Durbanville Nature Reserve

Next to the Durbanville Racecourse is a special triangle of land. This 6 ha reserve is where Critically Endangered Swartland Shale Renosterveld and Cape Flats Sand Fynbos meet. The area became a nature reserve in 1966, after local residents had found a rare plant, Aristea lugens, growing there and persuaded what was then the Durbanville Town Council to set aside the land for conservation purposes. Alien vegetation was cleared, an indigenous garden was planted, and an education centre was developed.

The reserve also manages a patch of critically important natural vegetation in the centre of the Durbanville Racecourse. There are about 130 plant species, three endemic to Cape Town and ten threatened with extinction. The small grey mongoose (Galerella pulverulenta), angulate tortoise (Chersina angulata) and the Vulnerable Cape rain frog (Breviceps gibbosus) can also be seen.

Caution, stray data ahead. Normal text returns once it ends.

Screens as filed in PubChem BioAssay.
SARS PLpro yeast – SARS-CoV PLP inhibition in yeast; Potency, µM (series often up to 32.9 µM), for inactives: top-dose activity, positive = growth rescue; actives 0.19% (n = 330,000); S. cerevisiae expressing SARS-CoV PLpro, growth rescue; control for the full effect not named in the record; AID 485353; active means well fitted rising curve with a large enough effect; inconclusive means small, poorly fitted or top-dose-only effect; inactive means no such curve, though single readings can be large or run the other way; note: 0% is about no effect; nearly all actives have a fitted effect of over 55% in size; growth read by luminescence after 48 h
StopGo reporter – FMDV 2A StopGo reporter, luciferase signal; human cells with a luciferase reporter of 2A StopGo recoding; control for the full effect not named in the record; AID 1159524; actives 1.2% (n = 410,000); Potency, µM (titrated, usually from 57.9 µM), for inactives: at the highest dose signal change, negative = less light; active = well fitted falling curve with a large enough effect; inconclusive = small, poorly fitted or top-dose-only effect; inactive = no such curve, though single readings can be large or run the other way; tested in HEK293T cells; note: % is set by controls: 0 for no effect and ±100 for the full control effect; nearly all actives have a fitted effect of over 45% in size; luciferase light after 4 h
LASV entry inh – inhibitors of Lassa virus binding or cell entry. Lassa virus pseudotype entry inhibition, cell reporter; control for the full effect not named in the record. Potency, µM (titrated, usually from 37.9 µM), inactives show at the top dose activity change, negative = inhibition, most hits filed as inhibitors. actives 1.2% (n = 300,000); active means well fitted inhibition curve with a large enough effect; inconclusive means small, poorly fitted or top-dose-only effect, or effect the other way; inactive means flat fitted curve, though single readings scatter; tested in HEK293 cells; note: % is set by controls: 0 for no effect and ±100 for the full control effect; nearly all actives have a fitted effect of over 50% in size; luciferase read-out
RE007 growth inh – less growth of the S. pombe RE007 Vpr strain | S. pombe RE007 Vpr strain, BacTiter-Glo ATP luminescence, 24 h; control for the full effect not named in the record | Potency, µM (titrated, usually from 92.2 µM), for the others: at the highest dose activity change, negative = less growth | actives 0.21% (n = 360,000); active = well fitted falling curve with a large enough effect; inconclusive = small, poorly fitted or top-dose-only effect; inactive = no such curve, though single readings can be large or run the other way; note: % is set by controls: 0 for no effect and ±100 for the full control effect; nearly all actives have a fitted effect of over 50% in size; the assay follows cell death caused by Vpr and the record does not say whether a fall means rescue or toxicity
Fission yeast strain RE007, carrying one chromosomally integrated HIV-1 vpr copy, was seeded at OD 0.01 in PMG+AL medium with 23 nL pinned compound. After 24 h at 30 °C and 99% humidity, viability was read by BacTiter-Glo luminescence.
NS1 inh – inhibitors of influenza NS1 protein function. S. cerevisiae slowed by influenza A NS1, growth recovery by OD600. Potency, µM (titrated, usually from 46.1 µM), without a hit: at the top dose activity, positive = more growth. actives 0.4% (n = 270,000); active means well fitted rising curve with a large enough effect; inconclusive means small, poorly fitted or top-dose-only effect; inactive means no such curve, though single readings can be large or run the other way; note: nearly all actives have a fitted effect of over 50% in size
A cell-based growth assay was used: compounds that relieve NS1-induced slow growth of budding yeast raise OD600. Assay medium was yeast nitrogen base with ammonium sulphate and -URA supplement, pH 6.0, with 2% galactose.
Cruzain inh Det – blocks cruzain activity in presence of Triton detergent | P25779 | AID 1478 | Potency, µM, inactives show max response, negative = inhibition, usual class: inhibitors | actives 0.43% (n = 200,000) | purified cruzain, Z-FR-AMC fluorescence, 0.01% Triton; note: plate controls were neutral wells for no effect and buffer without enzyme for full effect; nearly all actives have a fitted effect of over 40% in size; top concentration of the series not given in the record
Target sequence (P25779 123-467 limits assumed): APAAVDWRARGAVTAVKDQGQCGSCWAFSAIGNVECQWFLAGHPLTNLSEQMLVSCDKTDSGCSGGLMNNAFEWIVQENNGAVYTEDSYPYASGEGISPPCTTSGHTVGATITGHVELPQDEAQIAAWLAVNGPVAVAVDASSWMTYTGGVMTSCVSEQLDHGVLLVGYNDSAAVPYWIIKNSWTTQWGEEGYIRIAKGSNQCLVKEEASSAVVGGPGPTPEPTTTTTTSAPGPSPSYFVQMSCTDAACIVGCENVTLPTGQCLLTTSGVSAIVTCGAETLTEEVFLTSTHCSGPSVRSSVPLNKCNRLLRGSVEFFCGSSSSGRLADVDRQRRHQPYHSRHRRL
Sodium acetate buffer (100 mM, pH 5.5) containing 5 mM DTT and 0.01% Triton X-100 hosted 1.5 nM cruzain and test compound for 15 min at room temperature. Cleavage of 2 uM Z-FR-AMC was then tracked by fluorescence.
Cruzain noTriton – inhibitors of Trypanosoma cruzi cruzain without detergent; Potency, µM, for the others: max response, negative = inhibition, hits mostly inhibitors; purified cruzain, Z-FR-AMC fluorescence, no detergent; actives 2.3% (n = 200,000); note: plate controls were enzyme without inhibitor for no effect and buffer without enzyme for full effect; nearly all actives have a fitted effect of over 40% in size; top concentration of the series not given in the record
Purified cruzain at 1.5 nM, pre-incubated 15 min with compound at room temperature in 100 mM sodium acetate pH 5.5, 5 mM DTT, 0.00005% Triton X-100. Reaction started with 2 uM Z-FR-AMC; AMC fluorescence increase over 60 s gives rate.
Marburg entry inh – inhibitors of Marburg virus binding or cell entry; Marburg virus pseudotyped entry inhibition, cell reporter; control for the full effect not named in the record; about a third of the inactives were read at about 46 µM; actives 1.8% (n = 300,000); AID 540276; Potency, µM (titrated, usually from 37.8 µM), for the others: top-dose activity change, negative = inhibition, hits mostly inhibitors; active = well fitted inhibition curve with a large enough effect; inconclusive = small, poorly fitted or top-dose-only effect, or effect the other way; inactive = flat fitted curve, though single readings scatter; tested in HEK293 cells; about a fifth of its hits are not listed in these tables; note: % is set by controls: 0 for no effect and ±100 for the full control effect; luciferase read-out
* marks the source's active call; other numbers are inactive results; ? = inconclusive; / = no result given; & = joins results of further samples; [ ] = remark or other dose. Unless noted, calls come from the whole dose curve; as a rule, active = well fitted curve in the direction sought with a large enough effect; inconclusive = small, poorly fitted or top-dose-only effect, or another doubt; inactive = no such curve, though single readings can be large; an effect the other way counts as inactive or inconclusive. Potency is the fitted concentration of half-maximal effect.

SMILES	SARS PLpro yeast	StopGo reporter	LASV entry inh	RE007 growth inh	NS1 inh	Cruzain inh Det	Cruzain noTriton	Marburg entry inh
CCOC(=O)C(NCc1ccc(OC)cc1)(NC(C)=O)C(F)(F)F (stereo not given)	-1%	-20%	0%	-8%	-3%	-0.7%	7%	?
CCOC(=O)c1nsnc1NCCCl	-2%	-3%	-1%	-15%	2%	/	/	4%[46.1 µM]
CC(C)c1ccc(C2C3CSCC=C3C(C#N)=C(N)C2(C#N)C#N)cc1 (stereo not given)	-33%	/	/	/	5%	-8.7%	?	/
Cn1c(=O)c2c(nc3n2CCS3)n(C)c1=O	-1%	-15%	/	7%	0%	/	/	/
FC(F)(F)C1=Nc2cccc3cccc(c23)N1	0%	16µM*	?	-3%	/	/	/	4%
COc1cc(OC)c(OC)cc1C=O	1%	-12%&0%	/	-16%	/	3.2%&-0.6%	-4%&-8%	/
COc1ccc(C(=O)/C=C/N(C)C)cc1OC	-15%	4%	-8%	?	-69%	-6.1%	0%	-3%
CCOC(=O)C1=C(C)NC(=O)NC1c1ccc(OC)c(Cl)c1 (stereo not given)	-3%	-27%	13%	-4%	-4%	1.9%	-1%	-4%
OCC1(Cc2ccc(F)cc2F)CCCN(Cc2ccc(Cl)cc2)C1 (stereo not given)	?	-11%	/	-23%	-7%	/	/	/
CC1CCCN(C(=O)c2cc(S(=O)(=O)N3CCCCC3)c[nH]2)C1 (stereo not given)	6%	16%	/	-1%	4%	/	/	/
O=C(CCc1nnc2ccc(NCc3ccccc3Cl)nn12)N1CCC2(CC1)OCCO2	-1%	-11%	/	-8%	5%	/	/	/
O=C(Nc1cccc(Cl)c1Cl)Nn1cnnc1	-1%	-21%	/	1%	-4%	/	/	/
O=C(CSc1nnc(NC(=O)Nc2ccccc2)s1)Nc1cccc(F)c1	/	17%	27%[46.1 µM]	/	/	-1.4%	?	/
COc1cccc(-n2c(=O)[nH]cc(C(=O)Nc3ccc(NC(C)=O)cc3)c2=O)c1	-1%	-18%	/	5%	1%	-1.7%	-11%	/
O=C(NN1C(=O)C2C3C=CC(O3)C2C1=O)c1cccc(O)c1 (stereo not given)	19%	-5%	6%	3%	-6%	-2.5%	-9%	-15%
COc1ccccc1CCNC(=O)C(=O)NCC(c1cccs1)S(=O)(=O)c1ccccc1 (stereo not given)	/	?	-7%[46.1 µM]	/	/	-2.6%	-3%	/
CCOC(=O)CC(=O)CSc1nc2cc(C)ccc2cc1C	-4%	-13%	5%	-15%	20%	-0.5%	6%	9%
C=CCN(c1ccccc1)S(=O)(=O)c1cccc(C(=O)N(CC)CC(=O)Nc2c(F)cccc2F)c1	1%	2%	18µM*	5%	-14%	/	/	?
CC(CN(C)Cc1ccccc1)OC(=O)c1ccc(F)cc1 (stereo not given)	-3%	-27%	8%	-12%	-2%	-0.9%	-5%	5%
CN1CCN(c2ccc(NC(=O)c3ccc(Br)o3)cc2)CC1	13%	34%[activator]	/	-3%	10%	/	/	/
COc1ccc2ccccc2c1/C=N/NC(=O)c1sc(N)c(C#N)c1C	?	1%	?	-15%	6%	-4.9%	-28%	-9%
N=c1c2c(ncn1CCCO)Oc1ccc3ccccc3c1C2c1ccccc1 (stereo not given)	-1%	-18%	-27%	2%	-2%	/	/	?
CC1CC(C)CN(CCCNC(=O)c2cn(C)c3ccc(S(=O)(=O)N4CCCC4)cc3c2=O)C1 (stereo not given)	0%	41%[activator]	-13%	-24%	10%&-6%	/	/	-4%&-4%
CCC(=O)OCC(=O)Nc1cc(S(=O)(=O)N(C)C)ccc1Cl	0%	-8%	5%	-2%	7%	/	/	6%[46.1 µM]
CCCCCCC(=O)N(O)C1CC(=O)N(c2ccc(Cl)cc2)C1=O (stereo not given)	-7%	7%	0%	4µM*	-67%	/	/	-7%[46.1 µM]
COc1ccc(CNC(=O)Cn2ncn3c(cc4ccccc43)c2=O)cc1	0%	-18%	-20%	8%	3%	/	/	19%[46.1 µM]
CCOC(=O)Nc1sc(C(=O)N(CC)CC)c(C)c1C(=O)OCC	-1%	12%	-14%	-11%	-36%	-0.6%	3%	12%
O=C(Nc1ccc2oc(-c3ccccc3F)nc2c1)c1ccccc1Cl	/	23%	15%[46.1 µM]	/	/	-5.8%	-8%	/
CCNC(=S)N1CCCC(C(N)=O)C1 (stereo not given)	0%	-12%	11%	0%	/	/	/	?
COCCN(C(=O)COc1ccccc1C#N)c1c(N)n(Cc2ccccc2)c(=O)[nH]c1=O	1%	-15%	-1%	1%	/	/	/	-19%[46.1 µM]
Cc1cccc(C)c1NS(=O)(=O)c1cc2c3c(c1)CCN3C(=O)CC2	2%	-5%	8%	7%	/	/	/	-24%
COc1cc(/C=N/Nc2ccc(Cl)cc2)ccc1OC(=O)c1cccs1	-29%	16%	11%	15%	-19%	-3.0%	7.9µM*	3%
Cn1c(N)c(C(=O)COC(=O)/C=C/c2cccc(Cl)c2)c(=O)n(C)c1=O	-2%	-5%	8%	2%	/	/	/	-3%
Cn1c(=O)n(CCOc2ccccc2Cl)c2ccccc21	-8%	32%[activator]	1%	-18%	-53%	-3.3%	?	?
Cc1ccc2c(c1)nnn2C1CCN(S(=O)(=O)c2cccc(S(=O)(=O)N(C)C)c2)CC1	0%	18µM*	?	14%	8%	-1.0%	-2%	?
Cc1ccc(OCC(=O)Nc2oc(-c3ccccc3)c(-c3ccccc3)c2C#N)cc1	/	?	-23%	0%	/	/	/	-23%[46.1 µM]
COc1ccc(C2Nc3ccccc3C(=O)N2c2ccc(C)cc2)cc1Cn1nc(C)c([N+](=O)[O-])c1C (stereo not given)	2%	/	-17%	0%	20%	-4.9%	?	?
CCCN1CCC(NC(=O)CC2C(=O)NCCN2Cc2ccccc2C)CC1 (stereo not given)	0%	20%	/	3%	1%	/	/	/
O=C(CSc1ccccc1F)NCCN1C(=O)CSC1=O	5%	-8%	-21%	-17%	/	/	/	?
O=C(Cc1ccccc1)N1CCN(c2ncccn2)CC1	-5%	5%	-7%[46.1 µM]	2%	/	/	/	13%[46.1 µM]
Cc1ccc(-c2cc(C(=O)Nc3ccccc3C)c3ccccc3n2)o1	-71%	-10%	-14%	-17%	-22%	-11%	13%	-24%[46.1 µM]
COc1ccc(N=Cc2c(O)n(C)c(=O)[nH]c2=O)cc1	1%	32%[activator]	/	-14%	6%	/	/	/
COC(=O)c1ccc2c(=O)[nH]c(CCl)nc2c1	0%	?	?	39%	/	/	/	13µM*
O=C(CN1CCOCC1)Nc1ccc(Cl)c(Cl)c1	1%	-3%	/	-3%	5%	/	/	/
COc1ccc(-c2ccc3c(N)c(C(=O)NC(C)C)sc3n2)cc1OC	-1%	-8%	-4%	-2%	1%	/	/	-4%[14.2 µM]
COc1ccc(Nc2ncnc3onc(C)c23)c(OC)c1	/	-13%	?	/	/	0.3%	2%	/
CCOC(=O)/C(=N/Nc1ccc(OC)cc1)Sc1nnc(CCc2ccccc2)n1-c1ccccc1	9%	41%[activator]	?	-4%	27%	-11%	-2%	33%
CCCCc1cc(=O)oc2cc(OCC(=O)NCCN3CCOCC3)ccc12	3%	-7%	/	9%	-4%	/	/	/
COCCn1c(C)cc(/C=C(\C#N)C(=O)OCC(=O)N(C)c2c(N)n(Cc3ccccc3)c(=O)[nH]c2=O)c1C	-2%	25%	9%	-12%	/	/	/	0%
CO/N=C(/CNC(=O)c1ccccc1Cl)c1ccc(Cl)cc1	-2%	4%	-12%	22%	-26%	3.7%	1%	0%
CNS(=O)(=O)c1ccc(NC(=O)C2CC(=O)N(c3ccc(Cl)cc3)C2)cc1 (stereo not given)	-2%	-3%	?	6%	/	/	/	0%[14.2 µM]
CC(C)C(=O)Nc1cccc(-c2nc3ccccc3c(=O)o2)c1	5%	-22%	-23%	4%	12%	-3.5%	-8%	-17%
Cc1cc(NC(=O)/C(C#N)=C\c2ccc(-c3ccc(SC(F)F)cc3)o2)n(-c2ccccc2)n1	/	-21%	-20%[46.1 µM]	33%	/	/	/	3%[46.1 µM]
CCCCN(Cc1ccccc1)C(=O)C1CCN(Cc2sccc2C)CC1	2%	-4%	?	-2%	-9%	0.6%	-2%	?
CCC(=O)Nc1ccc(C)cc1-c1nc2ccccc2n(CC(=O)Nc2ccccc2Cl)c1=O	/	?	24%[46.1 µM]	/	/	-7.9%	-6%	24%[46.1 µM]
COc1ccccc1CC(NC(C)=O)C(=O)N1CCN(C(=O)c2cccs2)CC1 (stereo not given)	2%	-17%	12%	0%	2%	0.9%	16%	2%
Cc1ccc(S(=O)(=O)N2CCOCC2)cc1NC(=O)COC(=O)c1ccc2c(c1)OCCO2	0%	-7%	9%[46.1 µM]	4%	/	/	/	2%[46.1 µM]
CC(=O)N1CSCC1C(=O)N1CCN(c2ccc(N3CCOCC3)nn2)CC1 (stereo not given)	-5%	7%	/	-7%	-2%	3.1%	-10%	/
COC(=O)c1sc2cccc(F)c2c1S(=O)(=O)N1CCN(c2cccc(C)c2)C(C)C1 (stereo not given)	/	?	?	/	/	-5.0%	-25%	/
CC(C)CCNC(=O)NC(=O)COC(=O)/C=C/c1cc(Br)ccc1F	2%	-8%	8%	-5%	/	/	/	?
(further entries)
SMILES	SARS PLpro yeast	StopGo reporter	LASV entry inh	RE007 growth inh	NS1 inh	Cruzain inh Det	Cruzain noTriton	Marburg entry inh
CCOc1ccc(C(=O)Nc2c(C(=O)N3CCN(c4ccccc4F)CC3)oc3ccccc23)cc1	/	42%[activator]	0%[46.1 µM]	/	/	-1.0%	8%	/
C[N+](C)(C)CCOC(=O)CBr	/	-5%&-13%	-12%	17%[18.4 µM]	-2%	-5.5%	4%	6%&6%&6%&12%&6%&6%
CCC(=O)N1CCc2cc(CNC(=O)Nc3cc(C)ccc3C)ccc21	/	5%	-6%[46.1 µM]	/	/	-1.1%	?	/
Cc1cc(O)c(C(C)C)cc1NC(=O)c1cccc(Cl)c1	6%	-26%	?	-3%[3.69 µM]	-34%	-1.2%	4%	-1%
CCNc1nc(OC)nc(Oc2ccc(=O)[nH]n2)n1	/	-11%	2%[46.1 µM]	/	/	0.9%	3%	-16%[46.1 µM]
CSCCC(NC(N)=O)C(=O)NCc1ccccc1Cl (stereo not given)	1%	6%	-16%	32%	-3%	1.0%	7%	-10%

ADDRESS: Racecourse Road, Durbanville
OPENING HOURS: 07:30-16:00 (weekdays), closed on weekends
SIZE: 6 ha
ENTRANCE FEE (2020): None
PUBLIC TRANSPORT: Taxi or bus
ACTIVITIES AND FACILITIES: Picnic sites, wheelchair-friendly pathways, birdwatching, meeting room
ENVIRONMENTAL EDUCATION: Educational activities for children in partnership with Cape for Kids (booking essential)
CONTACT: Tel 021 979 0060; fax 021 979 0093
E-MAIL: durbanville.naturereserve@capetown.gov.za

 

Source: City of Cape Town (2010) City of Cape Town nature reserves: A network of amazing biodiversity. City of Cape Town, Cape Town, South Africa.

 
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